The juniper was there on the nose, the sip, and solidly in the crisp finish. But also there was that clean taste of what we had been smelling in the perfumed air. It was the pleasing grassiness of the heather, the mountain ash tree berries, and bog myrtle. These botanicals, plus chervil, angelica and coriander and the others they stay mum about, combine to deliver a fine, well crafted example of how gin can be done right.
Back in Dublin, toward the end of our stay, Elissa, my adult daughter, and I parked the rent-a-car and strolled the grounds of St. Stephen’s Green and made our way to the Celtic Whiskey Shop on Dawson Street. I just followed her as she had done her homework. There I nabbed a bottle of Dingle for my allowed liter to take home on the flight. She opted for a bottle of Writers Tears Whiskey.
The name derives from the location of the distillery. The tip of the Dingle Peninsula is mainland Ireland’s westernmost point. It is located on the southwest coast in the scenic County Kerry. Yes, the dingle berry vs. juniper berry jokes are fun.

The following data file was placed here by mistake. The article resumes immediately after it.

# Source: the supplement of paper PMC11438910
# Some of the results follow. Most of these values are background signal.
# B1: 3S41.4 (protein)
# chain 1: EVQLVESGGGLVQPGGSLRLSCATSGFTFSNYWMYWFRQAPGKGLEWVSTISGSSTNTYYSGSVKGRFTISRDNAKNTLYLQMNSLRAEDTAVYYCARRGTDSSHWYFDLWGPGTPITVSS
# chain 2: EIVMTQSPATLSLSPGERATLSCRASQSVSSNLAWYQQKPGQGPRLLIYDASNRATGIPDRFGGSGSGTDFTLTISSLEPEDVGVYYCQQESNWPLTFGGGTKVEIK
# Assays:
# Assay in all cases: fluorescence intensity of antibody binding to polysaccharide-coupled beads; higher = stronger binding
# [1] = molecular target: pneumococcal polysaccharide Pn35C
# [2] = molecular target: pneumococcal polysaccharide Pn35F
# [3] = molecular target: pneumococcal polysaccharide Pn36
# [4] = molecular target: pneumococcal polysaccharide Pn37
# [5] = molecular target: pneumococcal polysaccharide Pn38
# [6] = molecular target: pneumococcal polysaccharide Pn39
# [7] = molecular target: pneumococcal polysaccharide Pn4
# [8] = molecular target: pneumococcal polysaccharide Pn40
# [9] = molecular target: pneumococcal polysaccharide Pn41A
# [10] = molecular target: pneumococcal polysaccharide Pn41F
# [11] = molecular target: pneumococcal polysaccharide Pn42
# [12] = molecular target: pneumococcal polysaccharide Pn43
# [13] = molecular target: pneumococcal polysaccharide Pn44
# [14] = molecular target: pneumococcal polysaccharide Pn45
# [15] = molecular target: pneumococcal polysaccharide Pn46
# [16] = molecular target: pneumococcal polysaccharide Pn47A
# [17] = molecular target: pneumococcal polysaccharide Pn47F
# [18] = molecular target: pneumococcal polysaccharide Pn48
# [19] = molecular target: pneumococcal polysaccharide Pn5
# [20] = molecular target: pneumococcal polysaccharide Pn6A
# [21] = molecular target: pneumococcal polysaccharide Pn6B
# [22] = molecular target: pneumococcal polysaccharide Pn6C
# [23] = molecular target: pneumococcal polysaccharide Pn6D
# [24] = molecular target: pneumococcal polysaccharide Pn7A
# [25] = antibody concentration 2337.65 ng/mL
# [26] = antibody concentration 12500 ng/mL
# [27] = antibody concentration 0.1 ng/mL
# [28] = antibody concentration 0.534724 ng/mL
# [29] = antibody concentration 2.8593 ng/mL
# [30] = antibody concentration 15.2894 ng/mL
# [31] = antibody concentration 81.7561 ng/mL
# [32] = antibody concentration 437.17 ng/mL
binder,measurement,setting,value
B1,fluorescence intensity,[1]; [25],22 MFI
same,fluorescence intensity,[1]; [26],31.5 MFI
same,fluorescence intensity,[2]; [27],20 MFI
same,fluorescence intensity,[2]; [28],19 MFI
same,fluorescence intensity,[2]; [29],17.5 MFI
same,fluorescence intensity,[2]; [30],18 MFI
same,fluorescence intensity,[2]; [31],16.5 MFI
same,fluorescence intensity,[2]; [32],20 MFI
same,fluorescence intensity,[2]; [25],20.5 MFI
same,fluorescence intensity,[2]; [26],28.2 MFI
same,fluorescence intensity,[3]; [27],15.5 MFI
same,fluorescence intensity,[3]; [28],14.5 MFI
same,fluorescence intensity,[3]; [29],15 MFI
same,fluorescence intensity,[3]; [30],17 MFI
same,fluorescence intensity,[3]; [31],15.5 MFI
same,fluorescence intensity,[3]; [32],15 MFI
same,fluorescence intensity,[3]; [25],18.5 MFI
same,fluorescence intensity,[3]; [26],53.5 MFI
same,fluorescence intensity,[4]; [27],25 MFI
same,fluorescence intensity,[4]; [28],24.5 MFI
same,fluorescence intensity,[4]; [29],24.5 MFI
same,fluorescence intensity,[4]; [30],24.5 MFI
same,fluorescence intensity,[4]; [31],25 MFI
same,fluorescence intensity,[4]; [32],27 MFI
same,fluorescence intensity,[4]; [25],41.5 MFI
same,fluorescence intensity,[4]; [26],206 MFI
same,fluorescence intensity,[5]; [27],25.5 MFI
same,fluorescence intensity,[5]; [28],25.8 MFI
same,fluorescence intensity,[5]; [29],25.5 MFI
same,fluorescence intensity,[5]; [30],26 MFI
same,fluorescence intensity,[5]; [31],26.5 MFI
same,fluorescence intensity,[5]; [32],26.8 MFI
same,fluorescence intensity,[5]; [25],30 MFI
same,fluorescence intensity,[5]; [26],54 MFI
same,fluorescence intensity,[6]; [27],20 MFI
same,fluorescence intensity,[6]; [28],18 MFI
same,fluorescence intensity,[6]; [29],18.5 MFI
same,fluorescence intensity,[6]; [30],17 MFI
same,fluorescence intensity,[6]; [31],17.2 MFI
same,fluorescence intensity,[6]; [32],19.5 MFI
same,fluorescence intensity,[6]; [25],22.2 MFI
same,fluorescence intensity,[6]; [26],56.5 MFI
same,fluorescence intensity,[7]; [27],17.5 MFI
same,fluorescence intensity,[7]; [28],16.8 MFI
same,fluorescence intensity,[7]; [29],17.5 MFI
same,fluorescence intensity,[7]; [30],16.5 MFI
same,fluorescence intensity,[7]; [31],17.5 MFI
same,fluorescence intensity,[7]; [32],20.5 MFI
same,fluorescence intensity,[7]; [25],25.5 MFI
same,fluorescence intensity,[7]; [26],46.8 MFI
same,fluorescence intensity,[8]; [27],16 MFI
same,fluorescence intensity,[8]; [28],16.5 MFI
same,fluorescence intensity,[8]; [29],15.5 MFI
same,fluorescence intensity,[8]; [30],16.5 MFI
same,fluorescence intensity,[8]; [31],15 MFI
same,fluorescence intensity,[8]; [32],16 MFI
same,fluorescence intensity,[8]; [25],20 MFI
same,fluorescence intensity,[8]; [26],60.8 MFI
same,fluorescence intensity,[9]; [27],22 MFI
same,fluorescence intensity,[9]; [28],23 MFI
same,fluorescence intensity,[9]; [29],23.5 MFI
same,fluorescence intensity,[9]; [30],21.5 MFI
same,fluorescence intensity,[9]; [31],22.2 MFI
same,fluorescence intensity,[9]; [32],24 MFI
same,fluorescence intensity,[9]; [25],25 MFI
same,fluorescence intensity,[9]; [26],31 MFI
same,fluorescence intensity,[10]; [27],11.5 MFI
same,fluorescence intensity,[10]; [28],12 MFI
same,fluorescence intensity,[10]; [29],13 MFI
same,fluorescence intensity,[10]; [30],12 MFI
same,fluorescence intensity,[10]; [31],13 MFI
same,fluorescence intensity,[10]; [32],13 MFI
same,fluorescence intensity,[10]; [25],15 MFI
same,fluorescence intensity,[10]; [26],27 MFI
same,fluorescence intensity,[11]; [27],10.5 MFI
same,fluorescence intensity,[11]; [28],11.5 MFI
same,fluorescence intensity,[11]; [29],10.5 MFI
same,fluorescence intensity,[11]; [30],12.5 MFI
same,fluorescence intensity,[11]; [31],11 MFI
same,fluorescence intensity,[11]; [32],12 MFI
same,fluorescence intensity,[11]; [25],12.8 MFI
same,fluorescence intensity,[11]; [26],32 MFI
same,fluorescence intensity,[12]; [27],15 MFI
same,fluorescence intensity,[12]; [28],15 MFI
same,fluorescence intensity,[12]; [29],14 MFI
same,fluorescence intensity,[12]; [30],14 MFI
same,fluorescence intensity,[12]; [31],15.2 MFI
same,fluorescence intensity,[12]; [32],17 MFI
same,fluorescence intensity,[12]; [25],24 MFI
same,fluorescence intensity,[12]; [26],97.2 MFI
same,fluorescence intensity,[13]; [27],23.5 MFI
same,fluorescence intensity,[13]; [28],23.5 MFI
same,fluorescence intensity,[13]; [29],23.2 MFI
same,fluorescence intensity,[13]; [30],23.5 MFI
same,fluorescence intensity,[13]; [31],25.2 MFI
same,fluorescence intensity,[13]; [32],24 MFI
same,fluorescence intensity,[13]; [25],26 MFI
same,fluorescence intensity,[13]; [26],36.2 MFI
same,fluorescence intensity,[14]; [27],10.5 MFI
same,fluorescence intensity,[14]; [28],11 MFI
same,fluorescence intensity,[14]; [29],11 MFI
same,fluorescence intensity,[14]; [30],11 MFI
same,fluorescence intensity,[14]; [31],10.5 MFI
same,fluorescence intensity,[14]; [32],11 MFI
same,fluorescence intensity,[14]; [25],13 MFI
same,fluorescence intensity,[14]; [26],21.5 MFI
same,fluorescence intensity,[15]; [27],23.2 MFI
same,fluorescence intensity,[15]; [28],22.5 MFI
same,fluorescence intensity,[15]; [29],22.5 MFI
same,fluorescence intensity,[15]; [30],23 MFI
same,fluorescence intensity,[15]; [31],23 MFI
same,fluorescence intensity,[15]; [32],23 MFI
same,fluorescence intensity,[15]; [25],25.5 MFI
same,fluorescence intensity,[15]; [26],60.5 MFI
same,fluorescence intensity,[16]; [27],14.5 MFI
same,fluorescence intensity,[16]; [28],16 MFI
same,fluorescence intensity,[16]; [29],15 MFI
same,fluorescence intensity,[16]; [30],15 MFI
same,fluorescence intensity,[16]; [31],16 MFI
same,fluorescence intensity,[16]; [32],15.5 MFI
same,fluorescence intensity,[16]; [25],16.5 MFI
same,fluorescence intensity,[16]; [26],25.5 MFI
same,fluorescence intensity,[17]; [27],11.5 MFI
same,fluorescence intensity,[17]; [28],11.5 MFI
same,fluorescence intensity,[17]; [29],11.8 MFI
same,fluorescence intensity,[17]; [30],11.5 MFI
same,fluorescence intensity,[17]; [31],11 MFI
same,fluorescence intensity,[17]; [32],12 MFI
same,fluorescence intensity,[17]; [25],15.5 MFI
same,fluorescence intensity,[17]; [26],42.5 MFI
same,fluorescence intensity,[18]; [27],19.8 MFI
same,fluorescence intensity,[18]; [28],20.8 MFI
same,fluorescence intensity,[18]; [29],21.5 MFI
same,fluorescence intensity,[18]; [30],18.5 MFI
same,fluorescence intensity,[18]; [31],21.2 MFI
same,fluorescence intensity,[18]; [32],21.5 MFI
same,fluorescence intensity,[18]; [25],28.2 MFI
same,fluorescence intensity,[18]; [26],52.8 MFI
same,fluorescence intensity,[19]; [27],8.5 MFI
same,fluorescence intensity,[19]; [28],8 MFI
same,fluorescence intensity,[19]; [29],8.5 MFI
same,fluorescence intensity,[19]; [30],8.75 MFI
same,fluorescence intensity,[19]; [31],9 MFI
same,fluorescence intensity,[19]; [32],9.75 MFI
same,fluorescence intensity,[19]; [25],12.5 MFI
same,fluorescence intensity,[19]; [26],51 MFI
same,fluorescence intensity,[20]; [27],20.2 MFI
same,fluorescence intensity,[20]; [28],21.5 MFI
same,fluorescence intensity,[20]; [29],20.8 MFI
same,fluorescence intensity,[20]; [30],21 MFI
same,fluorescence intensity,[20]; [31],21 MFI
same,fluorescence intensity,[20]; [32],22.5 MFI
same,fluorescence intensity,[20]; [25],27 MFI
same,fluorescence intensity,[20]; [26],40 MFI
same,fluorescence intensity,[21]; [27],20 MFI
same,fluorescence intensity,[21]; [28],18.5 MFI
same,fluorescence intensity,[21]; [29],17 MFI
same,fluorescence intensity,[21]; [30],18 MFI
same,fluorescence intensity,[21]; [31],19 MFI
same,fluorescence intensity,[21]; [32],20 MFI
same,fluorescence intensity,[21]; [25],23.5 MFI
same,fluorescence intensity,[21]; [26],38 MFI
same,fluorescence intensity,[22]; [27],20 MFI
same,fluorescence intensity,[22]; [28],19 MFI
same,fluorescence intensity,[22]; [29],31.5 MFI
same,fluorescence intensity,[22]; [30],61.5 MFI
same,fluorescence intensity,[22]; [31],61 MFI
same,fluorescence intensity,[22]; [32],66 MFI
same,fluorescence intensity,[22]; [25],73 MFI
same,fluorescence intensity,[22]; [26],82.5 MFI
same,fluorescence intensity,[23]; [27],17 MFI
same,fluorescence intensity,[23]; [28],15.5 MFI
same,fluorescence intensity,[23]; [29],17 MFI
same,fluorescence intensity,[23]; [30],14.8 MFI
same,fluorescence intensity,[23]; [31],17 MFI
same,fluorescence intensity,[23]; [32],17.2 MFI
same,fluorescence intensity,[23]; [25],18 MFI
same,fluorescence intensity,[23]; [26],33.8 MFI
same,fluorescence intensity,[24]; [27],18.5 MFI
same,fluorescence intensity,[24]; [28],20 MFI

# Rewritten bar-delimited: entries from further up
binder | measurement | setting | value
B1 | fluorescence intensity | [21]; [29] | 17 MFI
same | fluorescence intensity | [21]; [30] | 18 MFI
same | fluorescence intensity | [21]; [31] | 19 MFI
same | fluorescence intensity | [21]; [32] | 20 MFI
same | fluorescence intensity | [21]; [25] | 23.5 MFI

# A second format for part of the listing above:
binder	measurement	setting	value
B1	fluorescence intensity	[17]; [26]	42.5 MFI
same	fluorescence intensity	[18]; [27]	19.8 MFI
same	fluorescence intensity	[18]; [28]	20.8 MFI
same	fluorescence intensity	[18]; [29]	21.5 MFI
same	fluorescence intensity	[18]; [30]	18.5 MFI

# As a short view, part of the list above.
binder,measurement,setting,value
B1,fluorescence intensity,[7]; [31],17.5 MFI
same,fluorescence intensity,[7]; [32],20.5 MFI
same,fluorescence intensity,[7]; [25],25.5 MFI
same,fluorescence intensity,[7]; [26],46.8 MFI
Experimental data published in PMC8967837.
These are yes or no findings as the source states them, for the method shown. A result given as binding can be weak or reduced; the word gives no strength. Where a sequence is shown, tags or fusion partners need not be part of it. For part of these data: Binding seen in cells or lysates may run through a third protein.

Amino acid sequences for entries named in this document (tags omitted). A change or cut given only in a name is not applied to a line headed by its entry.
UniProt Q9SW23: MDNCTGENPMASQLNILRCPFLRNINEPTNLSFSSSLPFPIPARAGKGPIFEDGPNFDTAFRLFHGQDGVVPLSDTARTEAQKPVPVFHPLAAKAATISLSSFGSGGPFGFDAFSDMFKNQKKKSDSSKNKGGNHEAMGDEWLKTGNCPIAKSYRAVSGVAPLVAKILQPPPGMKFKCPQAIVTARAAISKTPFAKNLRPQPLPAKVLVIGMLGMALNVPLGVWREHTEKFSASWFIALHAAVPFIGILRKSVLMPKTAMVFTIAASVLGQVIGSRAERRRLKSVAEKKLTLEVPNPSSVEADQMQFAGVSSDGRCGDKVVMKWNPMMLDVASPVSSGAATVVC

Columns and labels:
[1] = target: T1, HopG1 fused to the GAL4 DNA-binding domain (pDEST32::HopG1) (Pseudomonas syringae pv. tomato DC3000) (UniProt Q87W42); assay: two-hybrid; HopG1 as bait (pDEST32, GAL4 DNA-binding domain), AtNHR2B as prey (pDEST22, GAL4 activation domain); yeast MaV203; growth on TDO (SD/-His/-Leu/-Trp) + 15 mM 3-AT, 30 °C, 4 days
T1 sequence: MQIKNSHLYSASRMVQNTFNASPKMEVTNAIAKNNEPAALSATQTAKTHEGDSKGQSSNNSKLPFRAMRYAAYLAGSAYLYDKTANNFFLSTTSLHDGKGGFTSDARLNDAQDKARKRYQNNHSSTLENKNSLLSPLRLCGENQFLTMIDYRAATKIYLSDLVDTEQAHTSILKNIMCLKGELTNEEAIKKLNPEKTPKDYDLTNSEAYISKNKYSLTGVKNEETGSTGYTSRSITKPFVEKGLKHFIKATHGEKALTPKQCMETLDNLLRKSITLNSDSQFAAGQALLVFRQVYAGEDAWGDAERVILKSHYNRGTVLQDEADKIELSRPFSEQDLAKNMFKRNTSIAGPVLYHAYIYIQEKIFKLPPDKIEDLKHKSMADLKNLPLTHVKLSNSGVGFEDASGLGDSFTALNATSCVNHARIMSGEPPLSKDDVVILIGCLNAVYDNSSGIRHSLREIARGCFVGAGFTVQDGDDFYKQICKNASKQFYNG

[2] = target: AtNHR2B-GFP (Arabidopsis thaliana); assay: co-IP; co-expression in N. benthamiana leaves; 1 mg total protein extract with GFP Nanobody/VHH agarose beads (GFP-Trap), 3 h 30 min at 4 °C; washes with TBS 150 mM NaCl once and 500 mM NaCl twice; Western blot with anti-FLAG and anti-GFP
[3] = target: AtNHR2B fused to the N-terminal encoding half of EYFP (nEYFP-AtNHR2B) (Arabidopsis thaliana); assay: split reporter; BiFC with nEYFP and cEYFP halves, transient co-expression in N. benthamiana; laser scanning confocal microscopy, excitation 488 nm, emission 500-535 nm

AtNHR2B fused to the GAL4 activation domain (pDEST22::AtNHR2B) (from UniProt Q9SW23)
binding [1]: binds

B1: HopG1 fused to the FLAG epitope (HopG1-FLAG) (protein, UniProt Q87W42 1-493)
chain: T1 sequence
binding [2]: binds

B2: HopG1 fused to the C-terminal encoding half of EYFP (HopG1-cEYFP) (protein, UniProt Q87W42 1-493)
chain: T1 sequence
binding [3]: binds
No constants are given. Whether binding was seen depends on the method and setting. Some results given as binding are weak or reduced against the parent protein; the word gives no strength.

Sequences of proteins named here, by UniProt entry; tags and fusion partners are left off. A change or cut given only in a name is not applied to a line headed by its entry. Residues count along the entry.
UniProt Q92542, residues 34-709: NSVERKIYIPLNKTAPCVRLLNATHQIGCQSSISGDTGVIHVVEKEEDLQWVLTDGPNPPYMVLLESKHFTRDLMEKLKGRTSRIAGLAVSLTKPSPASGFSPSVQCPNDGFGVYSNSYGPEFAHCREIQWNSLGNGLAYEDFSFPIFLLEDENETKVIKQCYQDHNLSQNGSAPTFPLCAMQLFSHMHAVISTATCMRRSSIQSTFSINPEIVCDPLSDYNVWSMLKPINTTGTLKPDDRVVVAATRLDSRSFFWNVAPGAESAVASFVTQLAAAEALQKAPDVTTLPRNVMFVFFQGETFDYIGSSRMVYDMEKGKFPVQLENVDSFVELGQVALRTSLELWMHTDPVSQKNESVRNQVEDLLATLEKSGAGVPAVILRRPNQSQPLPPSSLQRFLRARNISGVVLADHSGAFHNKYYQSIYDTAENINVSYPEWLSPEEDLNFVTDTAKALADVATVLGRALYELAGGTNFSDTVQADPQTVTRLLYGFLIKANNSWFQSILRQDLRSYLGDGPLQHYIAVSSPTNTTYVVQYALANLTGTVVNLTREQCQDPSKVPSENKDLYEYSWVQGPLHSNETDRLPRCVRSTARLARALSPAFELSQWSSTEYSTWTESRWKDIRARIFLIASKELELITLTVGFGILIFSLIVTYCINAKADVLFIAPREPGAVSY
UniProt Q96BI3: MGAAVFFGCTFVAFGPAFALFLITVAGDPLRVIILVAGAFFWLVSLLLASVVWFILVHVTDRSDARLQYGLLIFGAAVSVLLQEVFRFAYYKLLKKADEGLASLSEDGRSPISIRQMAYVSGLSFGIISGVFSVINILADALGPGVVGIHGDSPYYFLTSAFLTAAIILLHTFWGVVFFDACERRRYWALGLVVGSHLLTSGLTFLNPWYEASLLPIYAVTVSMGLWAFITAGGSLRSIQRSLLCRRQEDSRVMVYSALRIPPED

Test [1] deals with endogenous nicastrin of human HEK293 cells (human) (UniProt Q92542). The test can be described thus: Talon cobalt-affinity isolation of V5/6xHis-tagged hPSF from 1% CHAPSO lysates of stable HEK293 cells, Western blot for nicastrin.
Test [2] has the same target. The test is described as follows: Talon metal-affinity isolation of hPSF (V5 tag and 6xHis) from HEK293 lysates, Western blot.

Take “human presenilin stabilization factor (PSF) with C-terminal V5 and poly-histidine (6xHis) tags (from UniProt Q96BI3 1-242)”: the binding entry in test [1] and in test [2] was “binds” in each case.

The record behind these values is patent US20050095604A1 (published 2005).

Fortunately for GinGents, I had Russ sample some at a get together but we weren’t in a note-taking mode. That rascal somehow managed to lay his hands on bottle of it here, stateside.
We took some notes then I think his cat ate his.
Maybe he can scare up another bottle, or I’ll have to go back to Ireland.
Not a bad thought.
As our regular readers may remember, the tie that binds the three GinGents is Boodles Gin.
How three folks ended up on the same small barrier island in a state that doesn’t even sell the stuff, became friends and started an ad hoc gin tasting group is begging the odds.
Unlike Jim, my first taste of Boodles was not the magical Emerald Isle, but at Jim’s house and whilst I love the dude, his countenance is not one to link imagery and a gin forever in my mind. Beyonce he ain’t…
In spite of those hurdles, Dingle, to borrow a phrase from southern writer/humorist Lewis Grizzard, Dingle “tore out my heart and stomped that sucker flat!”